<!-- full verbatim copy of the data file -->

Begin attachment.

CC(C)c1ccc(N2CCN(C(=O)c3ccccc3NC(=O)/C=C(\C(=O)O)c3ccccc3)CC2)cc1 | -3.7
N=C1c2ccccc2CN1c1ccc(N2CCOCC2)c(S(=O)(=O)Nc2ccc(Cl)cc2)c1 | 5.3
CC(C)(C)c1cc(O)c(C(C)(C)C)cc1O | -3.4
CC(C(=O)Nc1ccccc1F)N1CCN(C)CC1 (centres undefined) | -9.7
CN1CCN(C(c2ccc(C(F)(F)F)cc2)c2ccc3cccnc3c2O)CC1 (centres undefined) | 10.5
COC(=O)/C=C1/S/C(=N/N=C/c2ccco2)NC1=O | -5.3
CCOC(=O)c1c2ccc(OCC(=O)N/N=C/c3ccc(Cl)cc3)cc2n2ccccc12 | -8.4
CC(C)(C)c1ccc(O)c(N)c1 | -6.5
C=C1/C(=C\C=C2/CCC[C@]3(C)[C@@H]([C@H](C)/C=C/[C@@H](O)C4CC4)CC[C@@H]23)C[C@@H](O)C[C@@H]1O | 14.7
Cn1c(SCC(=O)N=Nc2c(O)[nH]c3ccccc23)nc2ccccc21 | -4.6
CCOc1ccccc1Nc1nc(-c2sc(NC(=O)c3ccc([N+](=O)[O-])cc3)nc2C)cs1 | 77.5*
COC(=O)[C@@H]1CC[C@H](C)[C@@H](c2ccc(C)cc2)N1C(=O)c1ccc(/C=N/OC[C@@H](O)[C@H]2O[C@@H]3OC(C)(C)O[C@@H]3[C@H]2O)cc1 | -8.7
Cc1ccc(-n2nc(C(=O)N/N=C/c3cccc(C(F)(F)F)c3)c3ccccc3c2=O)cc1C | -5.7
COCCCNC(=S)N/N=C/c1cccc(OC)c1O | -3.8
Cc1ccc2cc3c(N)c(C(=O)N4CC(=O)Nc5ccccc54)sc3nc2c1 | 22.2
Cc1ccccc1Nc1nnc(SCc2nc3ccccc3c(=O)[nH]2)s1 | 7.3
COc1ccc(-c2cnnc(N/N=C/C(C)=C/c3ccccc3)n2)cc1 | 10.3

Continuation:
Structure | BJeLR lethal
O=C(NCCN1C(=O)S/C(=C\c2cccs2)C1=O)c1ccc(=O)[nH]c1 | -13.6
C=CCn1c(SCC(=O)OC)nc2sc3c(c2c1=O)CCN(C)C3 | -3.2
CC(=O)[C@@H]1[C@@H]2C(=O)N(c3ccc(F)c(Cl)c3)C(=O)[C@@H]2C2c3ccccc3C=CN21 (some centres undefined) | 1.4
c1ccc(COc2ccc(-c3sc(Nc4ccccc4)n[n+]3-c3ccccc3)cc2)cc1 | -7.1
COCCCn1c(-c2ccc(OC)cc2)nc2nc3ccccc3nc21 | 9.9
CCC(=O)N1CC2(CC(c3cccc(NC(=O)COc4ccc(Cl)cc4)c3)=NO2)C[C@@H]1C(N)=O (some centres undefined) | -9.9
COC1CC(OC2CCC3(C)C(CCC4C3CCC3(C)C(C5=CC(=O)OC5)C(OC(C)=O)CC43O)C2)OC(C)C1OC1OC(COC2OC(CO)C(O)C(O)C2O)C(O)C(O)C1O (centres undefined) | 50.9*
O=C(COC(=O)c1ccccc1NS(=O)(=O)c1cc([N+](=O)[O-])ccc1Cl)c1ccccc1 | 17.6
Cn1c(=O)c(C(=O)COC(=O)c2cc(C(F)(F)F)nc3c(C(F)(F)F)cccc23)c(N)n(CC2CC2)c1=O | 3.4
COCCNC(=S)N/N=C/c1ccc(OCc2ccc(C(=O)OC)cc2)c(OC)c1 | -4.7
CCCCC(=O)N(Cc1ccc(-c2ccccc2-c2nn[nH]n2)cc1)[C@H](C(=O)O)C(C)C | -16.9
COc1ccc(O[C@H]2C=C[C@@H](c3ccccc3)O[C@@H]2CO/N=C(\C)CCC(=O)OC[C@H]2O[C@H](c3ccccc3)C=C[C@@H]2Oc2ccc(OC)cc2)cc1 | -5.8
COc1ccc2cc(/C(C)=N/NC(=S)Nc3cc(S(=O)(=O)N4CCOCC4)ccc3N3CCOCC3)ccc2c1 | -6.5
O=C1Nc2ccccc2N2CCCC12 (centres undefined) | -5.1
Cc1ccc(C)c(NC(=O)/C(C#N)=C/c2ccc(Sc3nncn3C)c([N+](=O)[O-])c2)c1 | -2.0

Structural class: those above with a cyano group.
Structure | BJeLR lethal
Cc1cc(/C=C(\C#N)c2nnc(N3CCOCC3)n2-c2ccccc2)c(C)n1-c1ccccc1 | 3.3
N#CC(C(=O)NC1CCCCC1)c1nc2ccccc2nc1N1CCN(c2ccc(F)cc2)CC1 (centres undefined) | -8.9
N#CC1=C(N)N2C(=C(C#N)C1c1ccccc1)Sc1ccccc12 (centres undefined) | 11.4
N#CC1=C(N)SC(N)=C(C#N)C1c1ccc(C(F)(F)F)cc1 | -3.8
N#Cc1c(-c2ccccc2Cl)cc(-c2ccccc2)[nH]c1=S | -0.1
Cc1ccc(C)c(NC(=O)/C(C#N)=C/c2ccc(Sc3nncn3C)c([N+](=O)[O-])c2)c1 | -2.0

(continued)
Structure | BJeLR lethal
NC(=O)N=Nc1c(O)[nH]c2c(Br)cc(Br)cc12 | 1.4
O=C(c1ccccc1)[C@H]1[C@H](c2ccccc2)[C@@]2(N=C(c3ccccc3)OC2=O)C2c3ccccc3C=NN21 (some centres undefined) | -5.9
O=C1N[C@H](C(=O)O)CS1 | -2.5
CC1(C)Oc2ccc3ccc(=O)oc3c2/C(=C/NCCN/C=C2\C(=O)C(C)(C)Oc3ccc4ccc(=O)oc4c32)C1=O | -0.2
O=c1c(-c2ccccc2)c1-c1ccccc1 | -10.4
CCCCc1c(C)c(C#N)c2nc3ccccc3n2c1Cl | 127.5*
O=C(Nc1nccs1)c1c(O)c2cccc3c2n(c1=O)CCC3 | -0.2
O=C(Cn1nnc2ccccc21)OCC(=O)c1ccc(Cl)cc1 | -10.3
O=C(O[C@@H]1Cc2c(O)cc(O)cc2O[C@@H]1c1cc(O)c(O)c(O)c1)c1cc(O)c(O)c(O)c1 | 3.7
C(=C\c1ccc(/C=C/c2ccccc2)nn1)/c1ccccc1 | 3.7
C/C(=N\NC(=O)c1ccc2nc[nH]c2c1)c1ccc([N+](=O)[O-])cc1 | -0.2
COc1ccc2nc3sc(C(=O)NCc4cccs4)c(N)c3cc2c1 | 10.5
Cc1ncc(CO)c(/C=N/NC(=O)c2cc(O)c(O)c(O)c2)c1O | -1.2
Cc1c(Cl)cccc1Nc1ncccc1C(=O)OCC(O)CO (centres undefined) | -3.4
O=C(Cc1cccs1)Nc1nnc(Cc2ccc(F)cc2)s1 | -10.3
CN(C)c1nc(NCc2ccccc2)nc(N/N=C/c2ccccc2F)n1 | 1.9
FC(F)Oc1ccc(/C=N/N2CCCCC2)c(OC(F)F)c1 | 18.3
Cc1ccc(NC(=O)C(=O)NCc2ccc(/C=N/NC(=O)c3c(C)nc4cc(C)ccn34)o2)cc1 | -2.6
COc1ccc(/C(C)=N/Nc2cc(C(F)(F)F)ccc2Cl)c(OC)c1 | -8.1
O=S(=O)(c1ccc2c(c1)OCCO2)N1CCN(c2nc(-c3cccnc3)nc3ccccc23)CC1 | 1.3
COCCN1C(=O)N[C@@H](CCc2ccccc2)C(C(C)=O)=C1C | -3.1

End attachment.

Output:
CC(C)c1ccc(N2CCN(C(=O)c3ccccc3NC(=O)/C=C(\C(=O)O)c3ccccc3)CC2)cc1 | -3.7
N=C1c2ccccc2CN1c1ccc(N2CCOCC2)c(S(=O)(=O)Nc2ccc(Cl)cc2)c1 | 5.3
CC(C)(C)c1cc(O)c(C(C)(C)C)cc1O | -3.4
CC(C(=O)Nc1ccccc1F)N1CCN(C)CC1 (centres undefined) | -9.7
CN1CCN(C(c2ccc(C(F)(F)F)cc2)c2ccc3cccnc3c2O)CC1 (centres undefined) | 10.5
COC(=O)/C=C1/S/C(=N/N=C/c2ccco2)NC1=O | -5.3
CCOC(=O)c1c2ccc(OCC(=O)N/N=C/c3ccc(Cl)cc3)cc2n2ccccc12 | -8.4
CC(C)(C)c1ccc(O)c(N)c1 | -6.5
C=C1/C(=C\C=C2/CCC[C@]3(C)[C@@H]([C@H](C)/C=C/[C@@H](O)C4CC4)CC[C@@H]23)C[C@@H](O)C[C@@H]1O | 14.7
Cn1c(SCC(=O)N=Nc2c(O)[nH]c3ccccc23)nc2ccccc21 | -4.6
CCOc1ccccc1Nc1nc(-c2sc(NC(=O)c3ccc([N+](=O)[O-])cc3)nc2C)cs1 | 77.5*
COC(=O)[C@@H]1CC[C@H](C)[C@@H](c2ccc(C)cc2)N1C(=O)c1ccc(/C=N/OC[C@@H](O)[C@H]2O[C@@H]3OC(C)(C)O[C@@H]3[C@H]2O)cc1 | -8.7
Cc1ccc(-n2nc(C(=O)N/N=C/c3cccc(C(F)(F)F)c3)c3ccccc3c2=O)cc1C | -5.7
COCCCNC(=S)N/N=C/c1cccc(OC)c1O | -3.8
Cc1ccc2cc3c(N)c(C(=O)N4CC(=O)Nc5ccccc54)sc3nc2c1 | 22.2
Cc1ccccc1Nc1nnc(SCc2nc3ccccc3c(=O)[nH]2)s1 | 7.3
COc1ccc(-c2cnnc(N/N=C/C(C)=C/c3ccccc3)n2)cc1 | 10.3

Continuation:
Structure | BJeLR lethal
O=C(NCCN1C(=O)S/C(=C\c2cccs2)C1=O)c1ccc(=O)[nH]c1 | -13.6
C=CCn1c(SCC(=O)OC)nc2sc3c(c2c1=O)CCN(C)C3 | -3.2
CC(=O)[C@@H]1[C@@H]2C(=O)N(c3ccc(F)c(Cl)c3)C(=O)[C@@H]2C2c3ccccc3C=CN21 (some centres undefined) | 1.4
c1ccc(COc2ccc(-c3sc(Nc4ccccc4)n[n+]3-c3ccccc3)cc2)cc1 | -7.1
COCCCn1c(-c2ccc(OC)cc2)nc2nc3ccccc3nc21 | 9.9
CCC(=O)N1CC2(CC(c3cccc(NC(=O)COc4ccc(Cl)cc4)c3)=NO2)C[C@@H]1C(N)=O (some centres undefined) | -9.9
COC1CC(OC2CCC3(C)C(CCC4C3CCC3(C)C(C5=CC(=O)OC5)C(OC(C)=O)CC43O)C2)OC(C)C1OC1OC(COC2OC(CO)C(O)C(O)C2O)C(O)C(O)C1O (centres undefined) | 50.9*
O=C(COC(=O)c1ccccc1NS(=O)(=O)c1cc([N+](=O)[O-])ccc1Cl)c1ccccc1 | 17.6
Cn1c(=O)c(C(=O)COC(=O)c2cc(C(F)(F)F)nc3c(C(F)(F)F)cccc23)c(N)n(CC2CC2)c1=O | 3.4
COCCNC(=S)N/N=C/c1ccc(OCc2ccc(C(=O)OC)cc2)c(OC)c1 | -4.7
CCCCC(=O)N(Cc1ccc(-c2ccccc2-c2nn[nH]n2)cc1)[C@H](C(=O)O)C(C)C | -16.9
COc1ccc(O[C@H]2C=C[C@@H](c3ccccc3)O[C@@H]2CO/N=C(\C)CCC(=O)OC[C@H]2O[C@H](c3ccccc3)C=C[C@@H]2Oc2ccc(OC)cc2)cc1 | -5.8
COc1ccc2cc(/C(C)=N/NC(=S)Nc3cc(S(=O)(=O)N4CCOCC4)ccc3N3CCOCC3)ccc2c1 | -6.5
O=C1Nc2ccccc2N2CCCC12 (centres undefined) | -5.1
Cc1ccc(C)c(NC(=O)/C(C#N)=C/c2ccc(Sc3nncn3C)c([N+](=O)[O-])c2)c1 | -2.0

Structural class: those above with a cyano group.
Structure | BJeLR lethal
Cc1cc(/C=C(\C#N)c2nnc(N3CCOCC3)n2-c2ccccc2)c(C)n1-c1ccccc1 | 3.3
N#CC(C(=O)NC1CCCCC1)c1nc2ccccc2nc1N1CCN(c2ccc(F)cc2)CC1 (centres undefined) | -8.9
N#CC1=C(N)N2C(=C(C#N)C1c1ccccc1)Sc1ccccc12 (centres undefined) | 11.4
N#CC1=C(N)SC(N)=C(C#N)C1c1ccc(C(F)(F)F)cc1 | -3.8
N#Cc1c(-c2ccccc2Cl)cc(-c2ccccc2)[nH]c1=S | -0.1
Cc1ccc(C)c(NC(=O)/C(C#N)=C/c2ccc(Sc3nncn3C)c([N+](=O)[O-])c2)c1 | -2.0

(continued)
Structure | BJeLR lethal
NC(=O)N=Nc1c(O)[nH]c2c(Br)cc(Br)cc12 | 1.4
O=C(c1ccccc1)[C@H]1[C@H](c2ccccc2)[C@@]2(N=C(c3ccccc3)OC2=O)C2c3ccccc3C=NN21 (some centres undefined) | -5.9
O=C1N[C@H](C(=O)O)CS1 | -2.5
CC1(C)Oc2ccc3ccc(=O)oc3c2/C(=C/NCCN/C=C2\C(=O)C(C)(C)Oc3ccc4ccc(=O)oc4c32)C1=O | -0.2
O=c1c(-c2ccccc2)c1-c1ccccc1 | -10.4
CCCCc1c(C)c(C#N)c2nc3ccccc3n2c1Cl | 127.5*
O=C(Nc1nccs1)c1c(O)c2cccc3c2n(c1=O)CCC3 | -0.2
O=C(Cn1nnc2ccccc21)OCC(=O)c1ccc(Cl)cc1 | -10.3
O=C(O[C@@H]1Cc2c(O)cc(O)cc2O[C@@H]1c1cc(O)c(O)c(O)c1)c1cc(O)c(O)c(O)c1 | 3.7
C(=C\c1ccc(/C=C/c2ccccc2)nn1)/c1ccccc1 | 3.7
C/C(=N\NC(=O)c1ccc2nc[nH]c2c1)c1ccc([N+](=O)[O-])cc1 | -0.2
COc1ccc2nc3sc(C(=O)NCc4cccs4)c(N)c3cc2c1 | 10.5
Cc1ncc(CO)c(/C=N/NC(=O)c2cc(O)c(O)c(O)c2)c1O | -1.2
Cc1c(Cl)cccc1Nc1ncccc1C(=O)OCC(O)CO (centres undefined) | -3.4
O=C(Cc1cccs1)Nc1nnc(Cc2ccc(F)cc2)s1 | -10.3
CN(C)c1nc(NCc2ccccc2)nc(N/N=C/c2ccccc2F)n1 | 1.9
FC(F)Oc1ccc(/C=N/N2CCCCC2)c(OC(F)F)c1 | 18.3
Cc1ccc(NC(=O)C(=O)NCc2ccc(/C=N/NC(=O)c3c(C)nc4cc(C)ccn34)o2)cc1 | -2.6
COc1ccc(/C(C)=N/Nc2cc(C(F)(F)F)ccc2Cl)c(OC)c1 | -8.1
O=S(=O)(c1ccc2c(c1)OCCO2)N1CCN(c2nc(-c3cccnc3)nc3ccccc23)CC1 | 1.3
COCCN1C(=O)N[C@@H](CCc2ccccc2)C(C(C)=O)=C1C | -3.1